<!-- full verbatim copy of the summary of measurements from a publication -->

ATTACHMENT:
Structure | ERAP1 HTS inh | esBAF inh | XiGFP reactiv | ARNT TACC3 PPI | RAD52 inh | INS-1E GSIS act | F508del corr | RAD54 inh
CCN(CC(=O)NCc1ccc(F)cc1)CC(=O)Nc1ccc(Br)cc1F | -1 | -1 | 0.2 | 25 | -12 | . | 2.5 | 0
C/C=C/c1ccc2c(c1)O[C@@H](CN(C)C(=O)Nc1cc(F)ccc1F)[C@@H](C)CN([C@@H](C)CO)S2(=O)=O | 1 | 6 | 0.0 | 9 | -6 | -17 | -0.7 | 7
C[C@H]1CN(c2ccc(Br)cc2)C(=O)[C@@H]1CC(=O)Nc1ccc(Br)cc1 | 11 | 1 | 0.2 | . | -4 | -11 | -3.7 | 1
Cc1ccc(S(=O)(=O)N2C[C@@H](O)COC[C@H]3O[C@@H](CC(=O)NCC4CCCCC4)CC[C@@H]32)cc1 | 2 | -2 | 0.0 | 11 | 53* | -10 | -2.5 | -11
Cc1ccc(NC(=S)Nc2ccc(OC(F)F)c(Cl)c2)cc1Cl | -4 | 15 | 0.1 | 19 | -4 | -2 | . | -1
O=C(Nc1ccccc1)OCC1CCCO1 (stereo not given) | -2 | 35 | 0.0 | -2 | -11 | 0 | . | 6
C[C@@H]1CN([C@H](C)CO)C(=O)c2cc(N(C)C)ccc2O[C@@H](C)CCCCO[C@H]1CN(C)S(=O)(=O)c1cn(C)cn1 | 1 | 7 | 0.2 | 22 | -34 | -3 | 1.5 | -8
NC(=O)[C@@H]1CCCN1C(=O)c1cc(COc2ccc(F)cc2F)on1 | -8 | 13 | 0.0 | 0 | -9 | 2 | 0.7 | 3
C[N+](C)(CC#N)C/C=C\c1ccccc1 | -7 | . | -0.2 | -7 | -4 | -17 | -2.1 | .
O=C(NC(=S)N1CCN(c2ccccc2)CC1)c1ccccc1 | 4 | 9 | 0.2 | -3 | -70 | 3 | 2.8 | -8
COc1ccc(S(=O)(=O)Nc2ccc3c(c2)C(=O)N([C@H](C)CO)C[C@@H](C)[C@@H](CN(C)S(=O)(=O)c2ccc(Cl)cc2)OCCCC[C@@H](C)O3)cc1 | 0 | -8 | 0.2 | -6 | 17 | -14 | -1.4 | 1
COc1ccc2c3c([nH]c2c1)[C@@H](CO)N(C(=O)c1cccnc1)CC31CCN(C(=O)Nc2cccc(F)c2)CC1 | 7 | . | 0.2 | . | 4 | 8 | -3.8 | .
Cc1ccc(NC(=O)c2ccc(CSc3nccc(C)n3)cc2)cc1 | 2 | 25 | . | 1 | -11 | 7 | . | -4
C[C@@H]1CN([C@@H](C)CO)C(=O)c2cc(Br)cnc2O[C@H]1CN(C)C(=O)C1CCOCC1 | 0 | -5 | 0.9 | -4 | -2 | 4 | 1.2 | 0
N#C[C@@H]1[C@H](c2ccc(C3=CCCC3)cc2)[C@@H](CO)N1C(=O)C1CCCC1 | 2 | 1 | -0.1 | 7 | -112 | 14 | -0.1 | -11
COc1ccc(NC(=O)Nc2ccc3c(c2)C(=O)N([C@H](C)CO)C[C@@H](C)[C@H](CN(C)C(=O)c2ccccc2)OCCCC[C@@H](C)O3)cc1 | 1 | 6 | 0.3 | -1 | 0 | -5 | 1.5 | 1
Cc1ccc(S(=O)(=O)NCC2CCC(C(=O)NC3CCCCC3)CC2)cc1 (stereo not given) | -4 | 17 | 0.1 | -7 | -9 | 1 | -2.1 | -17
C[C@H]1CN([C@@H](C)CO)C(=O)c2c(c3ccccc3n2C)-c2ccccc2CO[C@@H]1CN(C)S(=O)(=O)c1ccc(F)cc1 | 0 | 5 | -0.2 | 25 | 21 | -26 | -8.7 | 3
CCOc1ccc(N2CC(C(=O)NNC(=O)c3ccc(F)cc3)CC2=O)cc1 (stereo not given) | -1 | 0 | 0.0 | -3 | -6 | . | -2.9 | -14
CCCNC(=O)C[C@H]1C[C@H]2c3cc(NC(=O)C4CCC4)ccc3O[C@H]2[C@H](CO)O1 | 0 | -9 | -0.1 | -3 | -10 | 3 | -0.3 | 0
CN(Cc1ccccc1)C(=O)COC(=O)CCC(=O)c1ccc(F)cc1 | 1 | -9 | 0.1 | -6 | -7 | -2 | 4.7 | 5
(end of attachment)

Structure | ERAP1 HTS inh | esBAF inh | XiGFP reactiv | ARNT TACC3 PPI | RAD52 inh | INS-1E GSIS act | F508del corr | RAD54 inh
CCN(CC(=O)NCc1ccc(F)cc1)CC(=O)Nc1ccc(Br)cc1F | -1 | -1 | 0.2 | 25 | -12 | . | 2.5 | 0
C/C=C/c1ccc2c(c1)O[C@@H](CN(C)C(=O)Nc1cc(F)ccc1F)[C@@H](C)CN([C@@H](C)CO)S2(=O)=O | 1 | 6 | 0.0 | 9 | -6 | -17 | -0.7 | 7
C[C@H]1CN(c2ccc(Br)cc2)C(=O)[C@@H]1CC(=O)Nc1ccc(Br)cc1 | 11 | 1 | 0.2 | . | -4 | -11 | -3.7 | 1
Cc1ccc(S(=O)(=O)N2C[C@@H](O)COC[C@H]3O[C@@H](CC(=O)NCC4CCCCC4)CC[C@@H]32)cc1 | 2 | -2 | 0.0 | 11 | 53* | -10 | -2.5 | -11
Cc1ccc(NC(=S)Nc2ccc(OC(F)F)c(Cl)c2)cc1Cl | -4 | 15 | 0.1 | 19 | -4 | -2 | . | -1
O=C(Nc1ccccc1)OCC1CCCO1 (stereo not given) | -2 | 35 | 0.0 | -2 | -11 | 0 | . | 6
C[C@@H]1CN([C@H](C)CO)C(=O)c2cc(N(C)C)ccc2O[C@@H](C)CCCCO[C@H]1CN(C)S(=O)(=O)c1cn(C)cn1 | 1 | 7 | 0.2 | 22 | -34 | -3 | 1.5 | -8
NC(=O)[C@@H]1CCCN1C(=O)c1cc(COc2ccc(F)cc2F)on1 | -8 | 13 | 0.0 | 0 | -9 | 2 | 0.7 | 3
C[N+](C)(CC#N)C/C=C\c1ccccc1 | -7 | . | -0.2 | -7 | -4 | -17 | -2.1 | .
O=C(NC(=S)N1CCN(c2ccccc2)CC1)c1ccccc1 | 4 | 9 | 0.2 | -3 | -70 | 3 | 2.8 | -8
COc1ccc(S(=O)(=O)Nc2ccc3c(c2)C(=O)N([C@H](C)CO)C[C@@H](C)[C@@H](CN(C)S(=O)(=O)c2ccc(Cl)cc2)OCCCC[C@@H](C)O3)cc1 | 0 | -8 | 0.2 | -6 | 17 | -14 | -1.4 | 1
COc1ccc2c3c([nH]c2c1)[C@@H](CO)N(C(=O)c1cccnc1)CC31CCN(C(=O)Nc2cccc(F)c2)CC1 | 7 | . | 0.2 | . | 4 | 8 | -3.8 | .
Cc1ccc(NC(=O)c2ccc(CSc3nccc(C)n3)cc2)cc1 | 2 | 25 | . | 1 | -11 | 7 | . | -4
C[C@@H]1CN([C@@H](C)CO)C(=O)c2cc(Br)cnc2O[C@H]1CN(C)C(=O)C1CCOCC1 | 0 | -5 | 0.9 | -4 | -2 | 4 | 1.2 | 0
N#C[C@@H]1[C@H](c2ccc(C3=CCCC3)cc2)[C@@H](CO)N1C(=O)C1CCCC1 | 2 | 1 | -0.1 | 7 | -112 | 14 | -0.1 | -11
COc1ccc(NC(=O)Nc2ccc3c(c2)C(=O)N([C@H](C)CO)C[C@@H](C)[C@H](CN(C)C(=O)c2ccccc2)OCCCC[C@@H](C)O3)cc1 | 1 | 6 | 0.3 | -1 | 0 | -5 | 1.5 | 1
Cc1ccc(S(=O)(=O)NCC2CCC(C(=O)NC3CCCCC3)CC2)cc1 (stereo not given) | -4 | 17 | 0.1 | -7 | -9 | 1 | -2.1 | -17
C[C@H]1CN([C@@H](C)CO)C(=O)c2c(c3ccccc3n2C)-c2ccccc2CO[C@@H]1CN(C)S(=O)(=O)c1ccc(F)cc1 | 0 | 5 | -0.2 | 25 | 21 | -26 | -8.7 | 3
CCOc1ccc(N2CC(C(=O)NNC(=O)c3ccc(F)cc3)CC2=O)cc1 (stereo not given) | -1 | 0 | 0.0 | -3 | -6 | . | -2.9 | -14
CCCNC(=O)C[C@H]1C[C@H]2c3cc(NC(=O)C4CCC4)ccc3O[C@H]2[C@H](CO)O1 | 0 | -9 | -0.1 | -3 | -10 | 3 | -0.3 | 0
CN(Cc1ccccc1)C(=O)COC(=O)CCC(=O)c1ccc(F)cc1 | 1 | -9 | 0.1 | -6 | -7 | -2 | 4.7 | 5